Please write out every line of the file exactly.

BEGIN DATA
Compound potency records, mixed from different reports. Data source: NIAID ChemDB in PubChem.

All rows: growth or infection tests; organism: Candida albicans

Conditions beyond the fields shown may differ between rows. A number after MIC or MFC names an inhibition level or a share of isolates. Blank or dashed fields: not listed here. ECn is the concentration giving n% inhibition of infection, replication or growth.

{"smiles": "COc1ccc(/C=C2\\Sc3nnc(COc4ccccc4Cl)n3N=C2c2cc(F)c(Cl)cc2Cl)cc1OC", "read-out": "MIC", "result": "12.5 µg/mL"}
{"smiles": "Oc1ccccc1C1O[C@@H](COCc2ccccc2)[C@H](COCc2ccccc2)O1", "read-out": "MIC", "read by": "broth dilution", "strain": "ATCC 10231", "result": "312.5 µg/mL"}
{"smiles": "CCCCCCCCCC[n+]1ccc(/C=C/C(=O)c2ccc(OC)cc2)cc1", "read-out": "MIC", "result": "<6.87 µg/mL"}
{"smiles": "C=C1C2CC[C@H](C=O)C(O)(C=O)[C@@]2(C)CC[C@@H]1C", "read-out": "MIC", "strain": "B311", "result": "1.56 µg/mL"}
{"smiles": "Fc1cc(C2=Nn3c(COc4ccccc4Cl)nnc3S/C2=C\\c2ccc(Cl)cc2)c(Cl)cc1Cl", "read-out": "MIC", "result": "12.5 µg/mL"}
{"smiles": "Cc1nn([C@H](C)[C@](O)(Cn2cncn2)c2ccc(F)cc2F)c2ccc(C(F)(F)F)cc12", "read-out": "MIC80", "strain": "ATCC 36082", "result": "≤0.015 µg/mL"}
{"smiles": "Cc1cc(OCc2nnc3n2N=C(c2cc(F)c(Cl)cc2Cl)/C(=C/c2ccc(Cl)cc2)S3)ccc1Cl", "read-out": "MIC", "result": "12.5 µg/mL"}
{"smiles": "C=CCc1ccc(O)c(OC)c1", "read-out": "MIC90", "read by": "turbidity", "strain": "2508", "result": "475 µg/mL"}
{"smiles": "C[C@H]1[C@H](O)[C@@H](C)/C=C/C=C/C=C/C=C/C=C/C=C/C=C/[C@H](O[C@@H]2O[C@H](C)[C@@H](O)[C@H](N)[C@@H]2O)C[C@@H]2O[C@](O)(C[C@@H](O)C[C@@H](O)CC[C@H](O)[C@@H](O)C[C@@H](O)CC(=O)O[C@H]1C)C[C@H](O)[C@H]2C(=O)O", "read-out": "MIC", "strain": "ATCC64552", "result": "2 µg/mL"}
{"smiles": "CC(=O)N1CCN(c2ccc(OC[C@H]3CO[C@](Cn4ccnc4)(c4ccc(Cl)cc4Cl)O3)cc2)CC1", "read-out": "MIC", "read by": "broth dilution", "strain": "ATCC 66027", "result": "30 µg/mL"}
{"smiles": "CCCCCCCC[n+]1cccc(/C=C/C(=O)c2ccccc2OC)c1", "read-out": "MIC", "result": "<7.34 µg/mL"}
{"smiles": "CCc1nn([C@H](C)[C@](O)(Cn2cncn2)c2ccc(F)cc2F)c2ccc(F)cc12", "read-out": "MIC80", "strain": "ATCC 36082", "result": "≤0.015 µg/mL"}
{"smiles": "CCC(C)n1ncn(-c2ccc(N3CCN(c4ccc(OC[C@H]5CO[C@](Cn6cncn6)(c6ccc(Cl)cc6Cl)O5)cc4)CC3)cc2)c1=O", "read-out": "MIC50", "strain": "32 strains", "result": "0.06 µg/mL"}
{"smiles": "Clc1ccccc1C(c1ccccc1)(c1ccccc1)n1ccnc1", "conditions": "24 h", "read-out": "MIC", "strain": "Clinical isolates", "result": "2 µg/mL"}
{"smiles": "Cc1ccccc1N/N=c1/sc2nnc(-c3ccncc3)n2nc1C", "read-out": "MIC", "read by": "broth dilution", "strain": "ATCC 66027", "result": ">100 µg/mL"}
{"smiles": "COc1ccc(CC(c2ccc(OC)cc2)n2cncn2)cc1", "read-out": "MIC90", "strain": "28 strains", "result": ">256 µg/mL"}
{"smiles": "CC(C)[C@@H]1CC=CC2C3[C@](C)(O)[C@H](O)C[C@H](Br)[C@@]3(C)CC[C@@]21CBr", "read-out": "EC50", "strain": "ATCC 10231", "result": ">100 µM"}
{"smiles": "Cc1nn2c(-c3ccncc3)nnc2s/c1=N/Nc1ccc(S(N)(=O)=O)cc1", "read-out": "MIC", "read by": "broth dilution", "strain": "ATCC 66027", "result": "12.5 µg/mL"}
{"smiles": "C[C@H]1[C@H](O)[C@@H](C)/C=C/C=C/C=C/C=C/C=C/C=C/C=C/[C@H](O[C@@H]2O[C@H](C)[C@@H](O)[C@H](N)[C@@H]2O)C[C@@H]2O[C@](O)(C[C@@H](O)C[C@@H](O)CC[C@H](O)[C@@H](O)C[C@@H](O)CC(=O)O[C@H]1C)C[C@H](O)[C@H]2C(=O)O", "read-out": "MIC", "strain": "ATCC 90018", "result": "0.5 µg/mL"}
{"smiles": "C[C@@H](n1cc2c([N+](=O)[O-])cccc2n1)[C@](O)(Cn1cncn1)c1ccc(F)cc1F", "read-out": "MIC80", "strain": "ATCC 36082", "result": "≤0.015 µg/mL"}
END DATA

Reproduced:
Compound potency records, mixed from different reports. Data source: NIAID ChemDB in PubChem.

All rows: growth or infection tests; organism: Candida albicans

Conditions beyond the fields shown may differ between rows. A number after MIC or MFC names an inhibition level or a share of isolates. Blank or dashed fields: not listed here. ECn is the concentration giving n% inhibition of infection, replication or growth.

{"smiles": "COc1ccc(/C=C2\\Sc3nnc(COc4ccccc4Cl)n3N=C2c2cc(F)c(Cl)cc2Cl)cc1OC", "read-out": "MIC", "result": "12.5 µg/mL"}
{"smiles": "Oc1ccccc1C1O[C@@H](COCc2ccccc2)[C@H](COCc2ccccc2)O1", "read-out": "MIC", "read by": "broth dilution", "strain": "ATCC 10231", "result": "312.5 µg/mL"}
{"smiles": "CCCCCCCCCC[n+]1ccc(/C=C/C(=O)c2ccc(OC)cc2)cc1", "read-out": "MIC", "result": "<6.87 µg/mL"}
{"smiles": "C=C1C2CC[C@H](C=O)C(O)(C=O)[C@@]2(C)CC[C@@H]1C", "read-out": "MIC", "strain": "B311", "result": "1.56 µg/mL"}
{"smiles": "Fc1cc(C2=Nn3c(COc4ccccc4Cl)nnc3S/C2=C\\c2ccc(Cl)cc2)c(Cl)cc1Cl", "read-out": "MIC", "result": "12.5 µg/mL"}
{"smiles": "Cc1nn([C@H](C)[C@](O)(Cn2cncn2)c2ccc(F)cc2F)c2ccc(C(F)(F)F)cc12", "read-out": "MIC80", "strain": "ATCC 36082", "result": "≤0.015 µg/mL"}
{"smiles": "Cc1cc(OCc2nnc3n2N=C(c2cc(F)c(Cl)cc2Cl)/C(=C/c2ccc(Cl)cc2)S3)ccc1Cl", "read-out": "MIC", "result": "12.5 µg/mL"}
{"smiles": "C=CCc1ccc(O)c(OC)c1", "read-out": "MIC90", "read by": "turbidity", "strain": "2508", "result": "475 µg/mL"}
{"smiles": "C[C@H]1[C@H](O)[C@@H](C)/C=C/C=C/C=C/C=C/C=C/C=C/C=C/[C@H](O[C@@H]2O[C@H](C)[C@@H](O)[C@H](N)[C@@H]2O)C[C@@H]2O[C@](O)(C[C@@H](O)C[C@@H](O)CC[C@H](O)[C@@H](O)C[C@@H](O)CC(=O)O[C@H]1C)C[C@H](O)[C@H]2C(=O)O", "read-out": "MIC", "strain": "ATCC64552", "result": "2 µg/mL"}
{"smiles": "CC(=O)N1CCN(c2ccc(OC[C@H]3CO[C@](Cn4ccnc4)(c4ccc(Cl)cc4Cl)O3)cc2)CC1", "read-out": "MIC", "read by": "broth dilution", "strain": "ATCC 66027", "result": "30 µg/mL"}
{"smiles": "CCCCCCCC[n+]1cccc(/C=C/C(=O)c2ccccc2OC)c1", "read-out": "MIC", "result": "<7.34 µg/mL"}
{"smiles": "CCc1nn([C@H](C)[C@](O)(Cn2cncn2)c2ccc(F)cc2F)c2ccc(F)cc12", "read-out": "MIC80", "strain": "ATCC 36082", "result": "≤0.015 µg/mL"}
{"smiles": "CCC(C)n1ncn(-c2ccc(N3CCN(c4ccc(OC[C@H]5CO[C@](Cn6cncn6)(c6ccc(Cl)cc6Cl)O5)cc4)CC3)cc2)c1=O", "read-out": "MIC50", "strain": "32 strains", "result": "0.06 µg/mL"}
{"smiles": "Clc1ccccc1C(c1ccccc1)(c1ccccc1)n1ccnc1", "conditions": "24 h", "read-out": "MIC", "strain": "Clinical isolates", "result": "2 µg/mL"}
{"smiles": "Cc1ccccc1N/N=c1/sc2nnc(-c3ccncc3)n2nc1C", "read-out": "MIC", "read by": "broth dilution", "strain": "ATCC 66027", "result": ">100 µg/mL"}
{"smiles": "COc1ccc(CC(c2ccc(OC)cc2)n2cncn2)cc1", "read-out": "MIC90", "strain": "28 strains", "result": ">256 µg/mL"}
{"smiles": "CC(C)[C@@H]1CC=CC2C3[C@](C)(O)[C@H](O)C[C@H](Br)[C@@]3(C)CC[C@@]21CBr", "read-out": "EC50", "strain": "ATCC 10231", "result": ">100 µM"}
{"smiles": "Cc1nn2c(-c3ccncc3)nnc2s/c1=N/Nc1ccc(S(N)(=O)=O)cc1", "read-out": "MIC", "read by": "broth dilution", "strain": "ATCC 66027", "result": "12.5 µg/mL"}
{"smiles": "C[C@H]1[C@H](O)[C@@H](C)/C=C/C=C/C=C/C=C/C=C/C=C/C=C/[C@H](O[C@@H]2O[C@H](C)[C@@H](O)[C@H](N)[C@@H]2O)C[C@@H]2O[C@](O)(C[C@@H](O)C[C@@H](O)CC[C@H](O)[C@@H](O)C[C@@H](O)CC(=O)O[C@H]1C)C[C@H](O)[C@H]2C(=O)O", "read-out": "MIC", "strain": "ATCC 90018", "result": "0.5 µg/mL"}
{"smiles": "C[C@@H](n1cc2c([N+](=O)[O-])cccc2n1)[C@](O)(Cn1cncn1)c1ccc(F)cc1F", "read-out": "MIC80", "strain": "ATCC 36082", "result": "≤0.015 µg/mL"}